You remember Roscoe Smith, he was a starter as a freshman on the 2011 UConn national championship team. If you’re wondering what happened to him since, he played another season for the Huskies then transferred out to UNLV, where this past season he averaged 11.1 points and 10.9 assists a game for the Running Rebels (and he gets to watch his old team in the Final Four).
Now he has decided to go pro.
If he does he likely goes undrafted and will end up overseas or in the D-League, but it looks like he is going to go for it anyway reports the Las Vegas Sun.
Rebels junior forward Roscoe Smith will forego his final year of eligibility and put his name into the NBA Draft pool, multiple sources tell the Sun….
Listed at 6-foot-8 and 215 pounds, Smith has athleticism and a 7-foot-1 wingspan that could help him make a living playing basketball. However, he was often a defensive weakness for UNLV this season.
So an undersized four who can’t stretch the floor (20 percent from three, on the rare occasions he took a shot from there) who isn’t a great defender? He is long and he’s a very strong rebounder (one skill that translates well from college to pros), but that’s about it.
PBT’s NBA Draft expert Ed Isaacson of NBAdraftblog.com and Rotoworld said he doesn’t expect to see Smith drafted, but that he could be fun in the wide open games of Summer League. Smith is almost certainly going to at least start his career overseas.
I don’t know what Smith’s motivation was to come out. My personal belief is if you are not a lock top 20 pick you should stay in college, but Smith may have good personal reasons. I wish him luck.
Because his journey to the NBA is going to be a long, difficult one.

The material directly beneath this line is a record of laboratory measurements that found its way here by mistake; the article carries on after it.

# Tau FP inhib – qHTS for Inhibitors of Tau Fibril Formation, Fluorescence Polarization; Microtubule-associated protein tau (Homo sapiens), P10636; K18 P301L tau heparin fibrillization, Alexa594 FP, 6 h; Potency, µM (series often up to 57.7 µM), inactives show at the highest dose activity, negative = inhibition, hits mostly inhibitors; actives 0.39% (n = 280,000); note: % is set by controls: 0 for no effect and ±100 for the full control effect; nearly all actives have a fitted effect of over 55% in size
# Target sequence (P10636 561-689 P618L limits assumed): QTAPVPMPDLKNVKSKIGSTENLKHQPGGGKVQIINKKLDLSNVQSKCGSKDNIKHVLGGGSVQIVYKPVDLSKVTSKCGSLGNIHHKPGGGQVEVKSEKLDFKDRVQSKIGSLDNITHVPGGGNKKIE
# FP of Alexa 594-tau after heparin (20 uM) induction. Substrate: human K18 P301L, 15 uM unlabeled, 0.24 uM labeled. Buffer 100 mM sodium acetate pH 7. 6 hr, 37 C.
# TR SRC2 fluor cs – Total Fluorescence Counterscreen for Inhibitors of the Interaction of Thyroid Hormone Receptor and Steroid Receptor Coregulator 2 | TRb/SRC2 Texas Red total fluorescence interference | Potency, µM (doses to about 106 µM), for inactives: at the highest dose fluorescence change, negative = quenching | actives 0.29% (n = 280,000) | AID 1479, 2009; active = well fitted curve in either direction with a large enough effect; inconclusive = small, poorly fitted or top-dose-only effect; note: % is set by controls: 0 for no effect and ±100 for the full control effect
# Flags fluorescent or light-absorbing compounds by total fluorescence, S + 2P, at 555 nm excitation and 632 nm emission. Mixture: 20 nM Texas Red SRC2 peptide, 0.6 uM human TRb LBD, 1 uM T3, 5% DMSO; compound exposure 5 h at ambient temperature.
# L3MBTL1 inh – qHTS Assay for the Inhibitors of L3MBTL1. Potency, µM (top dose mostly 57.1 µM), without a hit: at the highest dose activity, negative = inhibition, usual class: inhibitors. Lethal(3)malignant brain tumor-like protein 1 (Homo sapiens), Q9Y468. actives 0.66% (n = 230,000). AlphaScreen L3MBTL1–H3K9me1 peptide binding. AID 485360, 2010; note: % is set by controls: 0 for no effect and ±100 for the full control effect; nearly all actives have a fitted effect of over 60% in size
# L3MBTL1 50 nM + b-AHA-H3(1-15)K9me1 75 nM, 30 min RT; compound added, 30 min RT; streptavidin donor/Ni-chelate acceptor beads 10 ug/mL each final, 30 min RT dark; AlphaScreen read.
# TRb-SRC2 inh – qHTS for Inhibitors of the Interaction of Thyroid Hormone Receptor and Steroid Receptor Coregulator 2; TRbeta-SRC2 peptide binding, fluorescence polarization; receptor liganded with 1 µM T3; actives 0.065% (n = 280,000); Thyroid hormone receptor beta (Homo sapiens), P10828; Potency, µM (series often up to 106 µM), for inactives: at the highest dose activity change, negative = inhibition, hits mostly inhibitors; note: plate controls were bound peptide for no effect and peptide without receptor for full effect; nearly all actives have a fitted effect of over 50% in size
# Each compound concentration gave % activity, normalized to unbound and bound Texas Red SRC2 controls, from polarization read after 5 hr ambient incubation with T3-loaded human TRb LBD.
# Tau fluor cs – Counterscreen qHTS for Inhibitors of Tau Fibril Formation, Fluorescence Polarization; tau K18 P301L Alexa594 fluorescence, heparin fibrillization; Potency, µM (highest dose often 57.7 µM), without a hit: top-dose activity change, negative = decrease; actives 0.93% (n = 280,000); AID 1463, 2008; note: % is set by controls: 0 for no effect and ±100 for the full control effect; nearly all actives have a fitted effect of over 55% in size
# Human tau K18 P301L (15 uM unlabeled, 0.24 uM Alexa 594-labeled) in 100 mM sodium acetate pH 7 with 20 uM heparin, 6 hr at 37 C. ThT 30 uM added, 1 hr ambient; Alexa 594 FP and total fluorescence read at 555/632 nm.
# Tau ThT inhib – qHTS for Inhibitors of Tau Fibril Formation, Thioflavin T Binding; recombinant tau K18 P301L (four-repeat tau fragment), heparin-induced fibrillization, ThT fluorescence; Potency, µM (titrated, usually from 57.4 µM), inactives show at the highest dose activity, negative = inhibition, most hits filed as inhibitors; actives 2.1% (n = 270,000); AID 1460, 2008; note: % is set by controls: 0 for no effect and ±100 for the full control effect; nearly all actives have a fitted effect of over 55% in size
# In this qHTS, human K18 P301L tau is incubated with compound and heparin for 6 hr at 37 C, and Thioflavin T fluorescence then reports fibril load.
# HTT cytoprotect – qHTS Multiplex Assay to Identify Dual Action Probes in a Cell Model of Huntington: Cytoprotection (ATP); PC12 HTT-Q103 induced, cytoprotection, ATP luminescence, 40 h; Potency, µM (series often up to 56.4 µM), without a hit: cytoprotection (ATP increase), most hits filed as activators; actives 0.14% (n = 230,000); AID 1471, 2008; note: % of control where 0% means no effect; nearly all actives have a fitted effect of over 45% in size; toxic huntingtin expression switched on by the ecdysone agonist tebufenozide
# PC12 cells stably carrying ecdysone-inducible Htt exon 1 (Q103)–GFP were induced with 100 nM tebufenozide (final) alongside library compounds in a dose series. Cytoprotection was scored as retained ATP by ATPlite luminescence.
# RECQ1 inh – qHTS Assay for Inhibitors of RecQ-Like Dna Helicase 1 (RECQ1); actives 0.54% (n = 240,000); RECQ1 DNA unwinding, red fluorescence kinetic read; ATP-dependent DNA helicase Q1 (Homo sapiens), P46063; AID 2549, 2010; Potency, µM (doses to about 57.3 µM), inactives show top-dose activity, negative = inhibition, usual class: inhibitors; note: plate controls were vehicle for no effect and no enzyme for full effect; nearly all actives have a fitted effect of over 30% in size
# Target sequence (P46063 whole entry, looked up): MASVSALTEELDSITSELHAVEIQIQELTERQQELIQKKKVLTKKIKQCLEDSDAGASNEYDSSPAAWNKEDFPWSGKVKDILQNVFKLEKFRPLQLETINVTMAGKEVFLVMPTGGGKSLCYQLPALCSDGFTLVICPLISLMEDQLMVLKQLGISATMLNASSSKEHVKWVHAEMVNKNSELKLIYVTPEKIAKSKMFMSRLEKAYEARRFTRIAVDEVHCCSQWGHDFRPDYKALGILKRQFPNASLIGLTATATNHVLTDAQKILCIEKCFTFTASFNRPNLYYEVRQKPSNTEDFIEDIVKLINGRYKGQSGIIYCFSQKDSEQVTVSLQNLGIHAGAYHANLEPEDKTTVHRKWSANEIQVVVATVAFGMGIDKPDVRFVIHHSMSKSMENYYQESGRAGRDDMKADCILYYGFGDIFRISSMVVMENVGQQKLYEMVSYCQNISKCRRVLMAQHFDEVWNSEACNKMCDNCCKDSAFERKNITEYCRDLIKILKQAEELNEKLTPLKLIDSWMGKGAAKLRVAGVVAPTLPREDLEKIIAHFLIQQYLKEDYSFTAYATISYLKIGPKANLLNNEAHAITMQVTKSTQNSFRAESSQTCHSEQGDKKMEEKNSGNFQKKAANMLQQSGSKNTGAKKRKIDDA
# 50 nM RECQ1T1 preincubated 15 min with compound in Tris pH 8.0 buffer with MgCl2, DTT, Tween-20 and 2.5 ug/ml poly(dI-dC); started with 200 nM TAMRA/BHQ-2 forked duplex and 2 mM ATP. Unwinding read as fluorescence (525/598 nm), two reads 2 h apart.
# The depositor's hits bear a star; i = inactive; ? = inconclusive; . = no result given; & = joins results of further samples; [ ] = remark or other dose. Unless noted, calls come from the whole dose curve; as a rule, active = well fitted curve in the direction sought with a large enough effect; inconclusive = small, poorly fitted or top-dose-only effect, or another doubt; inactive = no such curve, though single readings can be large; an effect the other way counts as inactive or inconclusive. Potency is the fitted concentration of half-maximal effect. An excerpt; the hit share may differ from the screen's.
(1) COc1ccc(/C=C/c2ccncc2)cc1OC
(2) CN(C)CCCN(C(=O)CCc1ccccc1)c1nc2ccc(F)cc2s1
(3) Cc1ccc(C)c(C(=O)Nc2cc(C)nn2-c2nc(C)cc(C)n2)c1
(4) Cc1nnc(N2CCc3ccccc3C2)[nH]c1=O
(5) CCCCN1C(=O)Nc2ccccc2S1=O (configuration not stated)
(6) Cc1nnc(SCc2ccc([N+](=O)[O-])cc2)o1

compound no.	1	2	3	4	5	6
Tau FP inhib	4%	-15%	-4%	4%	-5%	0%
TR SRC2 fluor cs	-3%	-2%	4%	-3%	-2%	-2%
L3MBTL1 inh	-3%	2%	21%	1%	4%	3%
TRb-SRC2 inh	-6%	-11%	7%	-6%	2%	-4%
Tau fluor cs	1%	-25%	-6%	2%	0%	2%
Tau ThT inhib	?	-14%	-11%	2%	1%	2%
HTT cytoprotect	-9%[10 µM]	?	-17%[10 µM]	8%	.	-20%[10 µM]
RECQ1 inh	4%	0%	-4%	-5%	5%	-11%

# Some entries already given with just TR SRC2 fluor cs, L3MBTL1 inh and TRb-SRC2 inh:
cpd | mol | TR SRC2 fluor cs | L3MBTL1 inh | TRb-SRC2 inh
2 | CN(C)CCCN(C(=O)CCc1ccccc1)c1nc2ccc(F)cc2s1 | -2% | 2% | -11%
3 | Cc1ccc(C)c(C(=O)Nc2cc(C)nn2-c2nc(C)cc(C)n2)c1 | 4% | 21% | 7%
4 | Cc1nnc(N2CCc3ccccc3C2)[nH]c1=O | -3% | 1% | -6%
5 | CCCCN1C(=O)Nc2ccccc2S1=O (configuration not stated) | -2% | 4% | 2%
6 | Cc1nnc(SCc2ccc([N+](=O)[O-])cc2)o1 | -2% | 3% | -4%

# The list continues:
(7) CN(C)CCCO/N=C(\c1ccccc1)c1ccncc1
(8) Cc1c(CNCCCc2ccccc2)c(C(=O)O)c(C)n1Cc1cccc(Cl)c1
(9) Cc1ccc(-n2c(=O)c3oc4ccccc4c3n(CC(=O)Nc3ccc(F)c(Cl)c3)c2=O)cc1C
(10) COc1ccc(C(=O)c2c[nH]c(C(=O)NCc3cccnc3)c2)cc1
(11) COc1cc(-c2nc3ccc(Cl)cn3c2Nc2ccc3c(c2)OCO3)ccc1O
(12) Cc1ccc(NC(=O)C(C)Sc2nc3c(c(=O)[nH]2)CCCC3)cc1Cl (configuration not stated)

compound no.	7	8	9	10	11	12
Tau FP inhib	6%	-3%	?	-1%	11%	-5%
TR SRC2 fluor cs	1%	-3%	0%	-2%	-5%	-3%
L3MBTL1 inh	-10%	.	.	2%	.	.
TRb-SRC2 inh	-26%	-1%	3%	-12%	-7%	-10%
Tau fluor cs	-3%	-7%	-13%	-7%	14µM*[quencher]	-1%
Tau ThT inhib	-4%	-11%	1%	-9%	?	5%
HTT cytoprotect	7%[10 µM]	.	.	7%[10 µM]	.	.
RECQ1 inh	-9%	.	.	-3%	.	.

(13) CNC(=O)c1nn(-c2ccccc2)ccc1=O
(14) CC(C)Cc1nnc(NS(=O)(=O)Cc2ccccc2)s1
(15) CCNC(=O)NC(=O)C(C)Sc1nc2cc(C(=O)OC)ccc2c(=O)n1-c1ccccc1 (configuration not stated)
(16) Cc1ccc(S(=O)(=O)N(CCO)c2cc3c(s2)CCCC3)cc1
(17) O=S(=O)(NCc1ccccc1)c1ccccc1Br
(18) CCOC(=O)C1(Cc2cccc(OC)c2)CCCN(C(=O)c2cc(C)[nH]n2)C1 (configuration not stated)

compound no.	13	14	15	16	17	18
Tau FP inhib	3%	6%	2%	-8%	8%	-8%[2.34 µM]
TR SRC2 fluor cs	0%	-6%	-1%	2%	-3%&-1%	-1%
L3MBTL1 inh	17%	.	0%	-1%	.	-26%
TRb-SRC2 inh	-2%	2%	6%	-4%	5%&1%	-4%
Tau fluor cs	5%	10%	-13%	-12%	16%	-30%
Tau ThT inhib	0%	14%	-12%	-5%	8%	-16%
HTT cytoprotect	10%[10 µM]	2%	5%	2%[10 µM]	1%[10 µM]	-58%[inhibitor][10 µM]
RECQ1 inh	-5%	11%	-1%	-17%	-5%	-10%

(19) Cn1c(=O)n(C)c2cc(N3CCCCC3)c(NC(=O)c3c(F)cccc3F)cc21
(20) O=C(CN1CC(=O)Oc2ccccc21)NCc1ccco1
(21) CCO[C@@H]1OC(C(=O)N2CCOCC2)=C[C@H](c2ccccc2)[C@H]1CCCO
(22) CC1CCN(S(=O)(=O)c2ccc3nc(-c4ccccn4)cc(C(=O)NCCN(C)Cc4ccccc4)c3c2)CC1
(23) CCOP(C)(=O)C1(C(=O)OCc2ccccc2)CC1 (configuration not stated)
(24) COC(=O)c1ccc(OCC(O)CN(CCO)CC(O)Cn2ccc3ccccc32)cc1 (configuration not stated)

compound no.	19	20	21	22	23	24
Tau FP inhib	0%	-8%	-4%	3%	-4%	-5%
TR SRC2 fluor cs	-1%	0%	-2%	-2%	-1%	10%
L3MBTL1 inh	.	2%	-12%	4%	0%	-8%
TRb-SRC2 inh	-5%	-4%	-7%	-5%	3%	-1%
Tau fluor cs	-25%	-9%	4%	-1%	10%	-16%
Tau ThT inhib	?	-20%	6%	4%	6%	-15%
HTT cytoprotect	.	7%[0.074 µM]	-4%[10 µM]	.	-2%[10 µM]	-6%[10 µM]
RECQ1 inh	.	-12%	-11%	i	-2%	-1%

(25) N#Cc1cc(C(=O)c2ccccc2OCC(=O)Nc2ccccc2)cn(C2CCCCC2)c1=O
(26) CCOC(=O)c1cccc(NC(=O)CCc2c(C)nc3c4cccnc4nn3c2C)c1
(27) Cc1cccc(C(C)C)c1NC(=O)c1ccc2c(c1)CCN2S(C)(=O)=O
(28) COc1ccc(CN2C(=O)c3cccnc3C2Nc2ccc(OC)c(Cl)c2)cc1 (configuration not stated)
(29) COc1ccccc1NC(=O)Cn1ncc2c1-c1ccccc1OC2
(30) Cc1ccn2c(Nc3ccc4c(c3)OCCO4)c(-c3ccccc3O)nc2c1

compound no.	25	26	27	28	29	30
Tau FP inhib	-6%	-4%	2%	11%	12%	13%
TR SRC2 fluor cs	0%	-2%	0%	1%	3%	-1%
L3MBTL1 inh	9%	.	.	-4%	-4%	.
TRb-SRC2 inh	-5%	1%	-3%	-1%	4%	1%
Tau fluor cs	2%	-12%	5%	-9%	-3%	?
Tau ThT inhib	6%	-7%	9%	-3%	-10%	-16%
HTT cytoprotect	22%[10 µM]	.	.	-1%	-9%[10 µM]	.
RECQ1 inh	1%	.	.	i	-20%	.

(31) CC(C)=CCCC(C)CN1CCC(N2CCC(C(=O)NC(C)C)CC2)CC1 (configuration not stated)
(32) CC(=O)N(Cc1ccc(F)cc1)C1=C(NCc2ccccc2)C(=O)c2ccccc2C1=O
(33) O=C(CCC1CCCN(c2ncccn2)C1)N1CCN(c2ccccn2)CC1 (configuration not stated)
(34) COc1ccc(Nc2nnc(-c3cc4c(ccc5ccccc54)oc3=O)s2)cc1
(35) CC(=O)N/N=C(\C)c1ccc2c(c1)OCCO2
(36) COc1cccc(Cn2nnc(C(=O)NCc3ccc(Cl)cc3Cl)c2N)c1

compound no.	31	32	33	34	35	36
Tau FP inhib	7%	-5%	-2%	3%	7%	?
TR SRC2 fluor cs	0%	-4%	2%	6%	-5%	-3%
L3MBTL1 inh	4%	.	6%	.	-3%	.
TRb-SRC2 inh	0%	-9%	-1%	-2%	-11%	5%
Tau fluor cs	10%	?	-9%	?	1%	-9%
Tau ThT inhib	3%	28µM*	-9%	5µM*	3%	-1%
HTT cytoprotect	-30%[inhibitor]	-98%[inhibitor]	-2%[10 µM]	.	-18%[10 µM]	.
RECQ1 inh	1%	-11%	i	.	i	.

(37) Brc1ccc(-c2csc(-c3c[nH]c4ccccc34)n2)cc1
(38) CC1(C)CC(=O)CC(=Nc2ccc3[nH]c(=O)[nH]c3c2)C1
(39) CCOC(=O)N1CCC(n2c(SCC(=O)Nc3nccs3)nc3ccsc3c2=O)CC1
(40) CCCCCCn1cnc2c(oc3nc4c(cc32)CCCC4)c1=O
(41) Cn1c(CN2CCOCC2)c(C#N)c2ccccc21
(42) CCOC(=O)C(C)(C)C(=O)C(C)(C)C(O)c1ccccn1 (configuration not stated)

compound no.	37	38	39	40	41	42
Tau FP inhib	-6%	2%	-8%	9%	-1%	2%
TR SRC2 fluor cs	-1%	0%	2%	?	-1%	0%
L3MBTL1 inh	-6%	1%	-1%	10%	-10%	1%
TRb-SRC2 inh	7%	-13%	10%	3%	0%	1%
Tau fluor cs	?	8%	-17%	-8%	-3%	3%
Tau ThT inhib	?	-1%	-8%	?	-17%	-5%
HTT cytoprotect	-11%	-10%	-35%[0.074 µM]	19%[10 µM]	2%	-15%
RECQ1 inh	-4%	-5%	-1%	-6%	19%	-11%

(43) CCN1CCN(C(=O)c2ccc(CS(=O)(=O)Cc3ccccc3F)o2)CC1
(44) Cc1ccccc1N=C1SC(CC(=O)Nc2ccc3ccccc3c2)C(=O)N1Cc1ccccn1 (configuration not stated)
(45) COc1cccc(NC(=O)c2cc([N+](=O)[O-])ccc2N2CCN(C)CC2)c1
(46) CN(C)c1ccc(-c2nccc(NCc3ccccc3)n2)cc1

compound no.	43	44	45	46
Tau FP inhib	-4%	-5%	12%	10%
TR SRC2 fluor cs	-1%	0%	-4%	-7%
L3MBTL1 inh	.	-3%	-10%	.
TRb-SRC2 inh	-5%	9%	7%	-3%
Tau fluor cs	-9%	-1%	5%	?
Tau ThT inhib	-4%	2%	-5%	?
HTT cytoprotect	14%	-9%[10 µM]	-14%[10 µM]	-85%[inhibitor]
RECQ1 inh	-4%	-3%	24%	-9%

Preseason is only just getting underway and there’s already a potentially serious injury to report. In the game between the Hornets and Magic on Saturday night, Michael Kidd-Gilchrist was taken to the locker room after suffering a right shoulder injury. The Hornets announced that he was then taken to an Orlando-area hospital for follow-up x-rays:
We likely won’t know more about the extent of his injury until tomorrow, but if it was serious, that would be a major loss for the Hornets. Kidd-Gilchrist is their best perimeter defender and an important piece if they hope to compete for a playoff spot this year.
CHICAGO — Derrick Rose is nearing a return to practice with the Bulls. After undergoing surgery on Wednesday to repair a fractured left orbital suffered in practice on Tuesday, Rose’s recovery is going as expected and he’s expected to rejoin the team on Wednesday.
“The follow-up [exam] went very well,” Bulls coach Fred Hoiberg said after practice on Saturday. “They’ve advised him to continue to let that site heal, and they think the best way for him to do that is to stay at home at this time. We plan on him being back on Wednesday morning.”
Rose won’t be able to participate in practice for another week after that — Hoiberg said the previously announced two-week timetable for returning to basketball activities remains on schedule — but with a radically different offense, there’s a lot to learn, and just being around the team to watch practices and learn the new play sets is important.
“We’re going to actually get over there and watch some film with him today,” Hoiberg said. “Because again, like we talked about [Friday], we’ve added new sets, new things, so we’ll get him caught up by a couple of coaches going over and seeing him at his house.”
The two-week timetable puts Rose’s return to basketball activity around next Wednesday, October 14. From there, it will be a matter of getting him back into game shape before Hoiberg is comfortable playing him in games.
Hoiberg said earlier this week that he is optimistic Rose will be able to play when the Bulls kick off the regular season at home on October 27 against the Cleveland Cavaliers.